Brendan O'Shaughnessy | August 15, 2019
Marcus Engel was a freshman in college in 1993 when a drunk driver blindsided the car he was riding in, throwing him out the window, careening across the pavement on his face. All his facial bones were broken, all his teeth knocked out.
His life hung by a thread. The paramedics who found him on the street in St. Louis had to perform a last-resort cricothyrotomy, cutting a hole in his throat to provide an airway passage. His face was so mangled he couldn’t breathe, and he wouldn’t have made it to the hospital three miles away.
Engel vividly recalls lying on the street in agony, and also the terror and confusion he felt at the hospital. But mostly he remembers Jennifer, a young patient tech who comforted him in his time of need.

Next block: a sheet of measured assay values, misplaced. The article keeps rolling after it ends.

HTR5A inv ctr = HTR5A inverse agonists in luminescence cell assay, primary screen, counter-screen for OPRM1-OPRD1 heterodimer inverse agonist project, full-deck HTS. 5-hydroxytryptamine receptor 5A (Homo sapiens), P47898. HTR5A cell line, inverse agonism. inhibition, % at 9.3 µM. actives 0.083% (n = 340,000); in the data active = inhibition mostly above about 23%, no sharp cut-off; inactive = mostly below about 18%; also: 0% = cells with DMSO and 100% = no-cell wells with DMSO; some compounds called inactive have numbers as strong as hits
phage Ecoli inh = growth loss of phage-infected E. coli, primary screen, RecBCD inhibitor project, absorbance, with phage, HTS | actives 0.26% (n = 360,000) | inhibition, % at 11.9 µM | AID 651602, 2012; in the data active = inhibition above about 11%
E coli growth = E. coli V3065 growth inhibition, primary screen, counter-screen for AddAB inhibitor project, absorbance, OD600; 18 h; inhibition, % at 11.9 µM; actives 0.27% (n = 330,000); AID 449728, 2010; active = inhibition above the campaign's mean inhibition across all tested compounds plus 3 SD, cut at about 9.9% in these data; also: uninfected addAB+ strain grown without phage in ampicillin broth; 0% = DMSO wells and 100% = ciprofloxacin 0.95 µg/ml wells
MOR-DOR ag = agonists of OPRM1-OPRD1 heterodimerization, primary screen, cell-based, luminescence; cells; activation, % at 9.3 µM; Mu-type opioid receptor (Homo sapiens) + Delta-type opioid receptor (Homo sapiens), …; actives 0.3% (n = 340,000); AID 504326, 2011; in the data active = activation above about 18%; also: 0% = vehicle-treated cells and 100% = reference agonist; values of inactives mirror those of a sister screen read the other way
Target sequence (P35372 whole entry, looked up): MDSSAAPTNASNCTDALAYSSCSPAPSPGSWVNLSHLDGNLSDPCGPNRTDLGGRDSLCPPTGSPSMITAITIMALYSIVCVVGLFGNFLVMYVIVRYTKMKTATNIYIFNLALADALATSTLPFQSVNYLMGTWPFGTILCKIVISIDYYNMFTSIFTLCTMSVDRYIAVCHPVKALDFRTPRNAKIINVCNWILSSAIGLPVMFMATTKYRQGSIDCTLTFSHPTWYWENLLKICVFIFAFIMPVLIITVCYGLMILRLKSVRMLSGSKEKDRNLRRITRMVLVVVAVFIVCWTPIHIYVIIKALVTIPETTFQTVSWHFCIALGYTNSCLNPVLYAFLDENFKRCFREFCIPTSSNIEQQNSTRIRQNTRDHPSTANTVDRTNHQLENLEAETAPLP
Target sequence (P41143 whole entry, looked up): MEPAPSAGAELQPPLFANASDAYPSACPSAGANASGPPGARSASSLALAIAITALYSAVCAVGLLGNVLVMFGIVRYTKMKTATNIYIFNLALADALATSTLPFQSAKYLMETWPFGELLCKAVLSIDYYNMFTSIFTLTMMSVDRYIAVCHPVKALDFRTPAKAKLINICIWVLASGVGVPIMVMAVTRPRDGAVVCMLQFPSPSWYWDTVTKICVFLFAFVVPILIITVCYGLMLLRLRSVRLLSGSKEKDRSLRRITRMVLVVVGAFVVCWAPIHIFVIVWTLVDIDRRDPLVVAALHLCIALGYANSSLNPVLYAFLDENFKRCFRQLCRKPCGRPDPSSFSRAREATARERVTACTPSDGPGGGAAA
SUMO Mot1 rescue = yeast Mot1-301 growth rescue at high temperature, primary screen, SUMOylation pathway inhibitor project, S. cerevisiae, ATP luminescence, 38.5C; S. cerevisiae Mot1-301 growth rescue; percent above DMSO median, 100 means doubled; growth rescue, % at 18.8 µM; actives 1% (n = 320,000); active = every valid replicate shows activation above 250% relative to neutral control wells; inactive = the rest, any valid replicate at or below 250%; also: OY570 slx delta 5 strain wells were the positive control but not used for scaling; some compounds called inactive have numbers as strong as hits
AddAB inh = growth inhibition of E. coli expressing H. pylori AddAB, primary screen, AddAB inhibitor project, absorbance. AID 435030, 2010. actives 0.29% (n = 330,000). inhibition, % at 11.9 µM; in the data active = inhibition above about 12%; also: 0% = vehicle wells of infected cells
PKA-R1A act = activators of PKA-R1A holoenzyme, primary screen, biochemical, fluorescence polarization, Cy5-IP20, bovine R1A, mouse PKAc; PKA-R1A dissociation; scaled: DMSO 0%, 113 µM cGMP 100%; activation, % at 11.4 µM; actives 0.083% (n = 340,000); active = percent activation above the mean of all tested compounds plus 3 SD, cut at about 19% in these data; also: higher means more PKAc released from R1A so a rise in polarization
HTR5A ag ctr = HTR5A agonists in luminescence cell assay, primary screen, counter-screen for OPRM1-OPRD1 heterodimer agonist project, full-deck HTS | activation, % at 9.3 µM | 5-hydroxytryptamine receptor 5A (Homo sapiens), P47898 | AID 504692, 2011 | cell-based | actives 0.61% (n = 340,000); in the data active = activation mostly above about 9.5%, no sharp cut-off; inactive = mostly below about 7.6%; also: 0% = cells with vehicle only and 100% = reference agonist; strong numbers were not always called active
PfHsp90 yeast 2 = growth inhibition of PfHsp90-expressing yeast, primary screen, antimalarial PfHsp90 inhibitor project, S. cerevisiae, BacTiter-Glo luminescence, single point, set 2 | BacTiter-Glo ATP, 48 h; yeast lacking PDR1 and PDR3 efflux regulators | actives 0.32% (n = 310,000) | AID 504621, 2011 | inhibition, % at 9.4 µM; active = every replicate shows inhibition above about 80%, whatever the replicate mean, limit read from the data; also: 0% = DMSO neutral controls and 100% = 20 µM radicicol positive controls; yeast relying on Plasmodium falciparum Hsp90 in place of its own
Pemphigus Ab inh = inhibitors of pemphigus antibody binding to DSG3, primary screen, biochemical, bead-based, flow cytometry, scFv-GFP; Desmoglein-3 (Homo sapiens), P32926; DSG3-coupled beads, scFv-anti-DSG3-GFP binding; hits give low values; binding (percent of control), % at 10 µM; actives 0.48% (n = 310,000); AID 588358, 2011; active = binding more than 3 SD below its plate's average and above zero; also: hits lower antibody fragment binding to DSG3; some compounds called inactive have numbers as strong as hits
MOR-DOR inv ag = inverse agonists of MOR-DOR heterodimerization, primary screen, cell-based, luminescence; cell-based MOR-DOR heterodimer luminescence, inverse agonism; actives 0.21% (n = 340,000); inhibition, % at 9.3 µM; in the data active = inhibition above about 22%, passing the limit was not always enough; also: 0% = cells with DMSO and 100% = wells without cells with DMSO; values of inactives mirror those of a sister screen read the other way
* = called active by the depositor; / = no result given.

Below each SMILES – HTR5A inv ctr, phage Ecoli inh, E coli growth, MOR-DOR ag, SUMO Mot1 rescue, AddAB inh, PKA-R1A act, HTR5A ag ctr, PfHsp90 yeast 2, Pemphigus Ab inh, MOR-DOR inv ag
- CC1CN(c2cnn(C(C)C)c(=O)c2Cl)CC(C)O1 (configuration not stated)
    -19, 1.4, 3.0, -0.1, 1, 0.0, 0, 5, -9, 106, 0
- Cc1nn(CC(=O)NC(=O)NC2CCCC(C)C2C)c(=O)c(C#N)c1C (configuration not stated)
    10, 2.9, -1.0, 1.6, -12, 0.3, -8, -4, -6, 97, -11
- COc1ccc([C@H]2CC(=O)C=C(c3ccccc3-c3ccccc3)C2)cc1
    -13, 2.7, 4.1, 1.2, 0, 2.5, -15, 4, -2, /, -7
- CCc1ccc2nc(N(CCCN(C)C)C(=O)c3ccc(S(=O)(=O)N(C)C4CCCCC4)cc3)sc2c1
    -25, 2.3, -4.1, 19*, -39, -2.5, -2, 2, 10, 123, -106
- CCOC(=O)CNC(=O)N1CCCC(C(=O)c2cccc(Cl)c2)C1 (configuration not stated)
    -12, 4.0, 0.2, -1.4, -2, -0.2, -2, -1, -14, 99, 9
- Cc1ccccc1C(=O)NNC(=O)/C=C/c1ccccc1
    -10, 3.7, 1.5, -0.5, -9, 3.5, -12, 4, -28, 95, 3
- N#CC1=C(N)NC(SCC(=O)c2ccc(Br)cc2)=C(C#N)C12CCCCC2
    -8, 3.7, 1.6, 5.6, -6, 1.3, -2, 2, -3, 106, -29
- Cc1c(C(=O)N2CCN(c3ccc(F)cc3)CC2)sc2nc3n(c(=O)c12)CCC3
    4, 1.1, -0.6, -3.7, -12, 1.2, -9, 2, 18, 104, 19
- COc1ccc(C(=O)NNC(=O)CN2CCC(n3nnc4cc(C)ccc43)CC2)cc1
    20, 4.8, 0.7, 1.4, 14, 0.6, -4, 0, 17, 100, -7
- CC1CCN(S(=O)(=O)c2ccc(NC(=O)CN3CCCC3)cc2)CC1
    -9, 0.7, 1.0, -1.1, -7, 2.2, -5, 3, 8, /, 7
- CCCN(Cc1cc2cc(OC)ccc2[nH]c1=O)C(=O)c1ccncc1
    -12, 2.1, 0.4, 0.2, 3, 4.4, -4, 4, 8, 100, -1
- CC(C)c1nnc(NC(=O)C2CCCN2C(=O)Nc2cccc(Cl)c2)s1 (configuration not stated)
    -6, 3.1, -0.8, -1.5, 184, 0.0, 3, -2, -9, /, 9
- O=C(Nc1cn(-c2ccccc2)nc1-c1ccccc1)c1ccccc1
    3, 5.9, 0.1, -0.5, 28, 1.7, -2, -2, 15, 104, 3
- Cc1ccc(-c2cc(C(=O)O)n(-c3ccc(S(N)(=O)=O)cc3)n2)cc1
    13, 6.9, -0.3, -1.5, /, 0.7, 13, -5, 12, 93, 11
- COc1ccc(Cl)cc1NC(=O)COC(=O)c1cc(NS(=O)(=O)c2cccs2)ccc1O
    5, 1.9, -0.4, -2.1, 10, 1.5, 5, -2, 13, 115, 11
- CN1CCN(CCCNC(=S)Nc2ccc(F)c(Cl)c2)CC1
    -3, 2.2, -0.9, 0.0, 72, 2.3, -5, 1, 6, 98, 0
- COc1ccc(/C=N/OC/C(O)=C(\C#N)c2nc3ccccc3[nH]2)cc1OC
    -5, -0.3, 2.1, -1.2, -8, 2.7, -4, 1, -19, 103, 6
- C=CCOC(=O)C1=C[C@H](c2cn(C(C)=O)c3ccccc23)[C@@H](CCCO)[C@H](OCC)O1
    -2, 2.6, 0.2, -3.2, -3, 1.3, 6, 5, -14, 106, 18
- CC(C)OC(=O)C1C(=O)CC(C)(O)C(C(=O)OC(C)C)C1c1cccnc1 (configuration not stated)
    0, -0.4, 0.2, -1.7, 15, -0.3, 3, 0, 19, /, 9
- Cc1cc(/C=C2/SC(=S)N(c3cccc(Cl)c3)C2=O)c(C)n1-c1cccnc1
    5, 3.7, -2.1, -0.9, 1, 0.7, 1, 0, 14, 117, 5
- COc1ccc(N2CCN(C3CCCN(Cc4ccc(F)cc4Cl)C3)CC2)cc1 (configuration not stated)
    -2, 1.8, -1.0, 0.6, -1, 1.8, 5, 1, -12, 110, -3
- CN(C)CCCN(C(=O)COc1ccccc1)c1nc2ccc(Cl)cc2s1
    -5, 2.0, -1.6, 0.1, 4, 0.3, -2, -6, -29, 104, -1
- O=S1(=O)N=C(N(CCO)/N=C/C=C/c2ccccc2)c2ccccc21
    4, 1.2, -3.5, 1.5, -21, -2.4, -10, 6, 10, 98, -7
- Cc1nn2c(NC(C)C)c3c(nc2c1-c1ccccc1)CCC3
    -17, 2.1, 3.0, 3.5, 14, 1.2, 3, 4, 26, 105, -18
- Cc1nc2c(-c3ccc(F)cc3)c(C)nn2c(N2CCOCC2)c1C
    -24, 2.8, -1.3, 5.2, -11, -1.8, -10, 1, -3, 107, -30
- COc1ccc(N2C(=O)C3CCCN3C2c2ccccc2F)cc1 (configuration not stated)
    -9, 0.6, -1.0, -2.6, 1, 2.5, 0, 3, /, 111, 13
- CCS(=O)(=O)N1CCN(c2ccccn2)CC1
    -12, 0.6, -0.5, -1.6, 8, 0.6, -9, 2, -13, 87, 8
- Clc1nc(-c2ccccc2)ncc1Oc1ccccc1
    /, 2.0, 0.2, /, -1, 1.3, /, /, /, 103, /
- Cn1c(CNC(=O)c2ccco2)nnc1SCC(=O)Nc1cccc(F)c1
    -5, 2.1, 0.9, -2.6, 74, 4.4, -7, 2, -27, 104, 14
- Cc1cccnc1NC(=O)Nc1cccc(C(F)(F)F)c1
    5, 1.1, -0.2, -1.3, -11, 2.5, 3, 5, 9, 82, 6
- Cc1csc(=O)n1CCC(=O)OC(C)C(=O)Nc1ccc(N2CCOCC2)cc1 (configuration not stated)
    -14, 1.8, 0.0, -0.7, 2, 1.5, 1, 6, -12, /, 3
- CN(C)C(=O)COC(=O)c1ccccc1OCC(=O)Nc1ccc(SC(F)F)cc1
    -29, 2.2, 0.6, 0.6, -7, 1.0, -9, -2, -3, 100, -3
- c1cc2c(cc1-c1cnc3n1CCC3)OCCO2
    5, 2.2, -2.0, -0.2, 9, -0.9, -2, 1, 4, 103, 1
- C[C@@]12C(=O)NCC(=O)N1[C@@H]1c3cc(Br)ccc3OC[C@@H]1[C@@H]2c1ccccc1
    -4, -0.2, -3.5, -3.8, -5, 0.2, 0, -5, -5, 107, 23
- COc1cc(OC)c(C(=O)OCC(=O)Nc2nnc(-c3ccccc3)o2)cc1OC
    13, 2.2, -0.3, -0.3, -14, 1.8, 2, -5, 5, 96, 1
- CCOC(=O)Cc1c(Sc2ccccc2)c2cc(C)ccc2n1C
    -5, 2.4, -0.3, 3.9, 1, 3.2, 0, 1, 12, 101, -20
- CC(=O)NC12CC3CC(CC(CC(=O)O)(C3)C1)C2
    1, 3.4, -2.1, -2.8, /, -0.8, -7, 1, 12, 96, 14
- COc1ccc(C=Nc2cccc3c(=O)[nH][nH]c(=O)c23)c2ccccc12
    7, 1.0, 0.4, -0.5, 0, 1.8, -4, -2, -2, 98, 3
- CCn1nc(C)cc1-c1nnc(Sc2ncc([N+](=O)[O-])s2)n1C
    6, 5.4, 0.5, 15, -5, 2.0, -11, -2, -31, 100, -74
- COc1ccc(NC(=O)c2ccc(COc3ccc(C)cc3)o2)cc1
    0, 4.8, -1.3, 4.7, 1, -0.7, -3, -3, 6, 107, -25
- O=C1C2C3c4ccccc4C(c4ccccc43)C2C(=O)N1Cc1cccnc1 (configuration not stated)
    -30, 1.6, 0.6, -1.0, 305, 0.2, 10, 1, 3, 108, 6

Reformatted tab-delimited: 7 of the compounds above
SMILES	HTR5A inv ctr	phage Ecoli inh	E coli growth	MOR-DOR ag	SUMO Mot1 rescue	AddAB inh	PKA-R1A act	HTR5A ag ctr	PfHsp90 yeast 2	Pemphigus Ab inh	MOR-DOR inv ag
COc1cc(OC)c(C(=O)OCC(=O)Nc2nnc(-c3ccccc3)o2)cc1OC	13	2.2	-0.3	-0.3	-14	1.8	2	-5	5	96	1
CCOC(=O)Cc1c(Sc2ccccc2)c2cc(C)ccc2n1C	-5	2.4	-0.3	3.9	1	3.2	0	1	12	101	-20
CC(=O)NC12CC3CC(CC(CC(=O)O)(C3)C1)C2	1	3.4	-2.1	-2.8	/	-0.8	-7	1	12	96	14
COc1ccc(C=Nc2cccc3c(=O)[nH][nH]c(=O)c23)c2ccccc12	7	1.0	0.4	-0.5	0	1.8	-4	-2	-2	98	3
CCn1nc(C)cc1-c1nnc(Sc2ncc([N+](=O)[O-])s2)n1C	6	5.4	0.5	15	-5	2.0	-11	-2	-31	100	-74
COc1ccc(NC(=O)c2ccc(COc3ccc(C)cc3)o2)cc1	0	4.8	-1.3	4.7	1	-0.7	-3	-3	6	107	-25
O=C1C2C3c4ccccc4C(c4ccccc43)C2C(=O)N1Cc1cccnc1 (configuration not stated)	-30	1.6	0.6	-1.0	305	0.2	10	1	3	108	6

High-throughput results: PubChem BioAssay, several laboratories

“Any time I was conscious, I came back into this world of darkness and pain that was unimaginable,” Engel said. “Jennifer was there every time, and she held my hand the entire night that I was in the hospital. The only thing I remember her saying, over and over, was ‘I’m here. I’m here, Marcus. I’m here.’
“Those are the two most compassionate words any human being can say to another. Just being present during another human being’s suffering — that is when we are at our deepest levels of recognition of another person’s humanity.”
The accident left Engel blind. He spent 46 days in the hospital, couldn’t walk for months and couldn’t eat solid food for a year. He went through more than 300 hours of facial reconstructive surgery, and he now focuses on his patient experiences as a professional speaker in the medical services industry.
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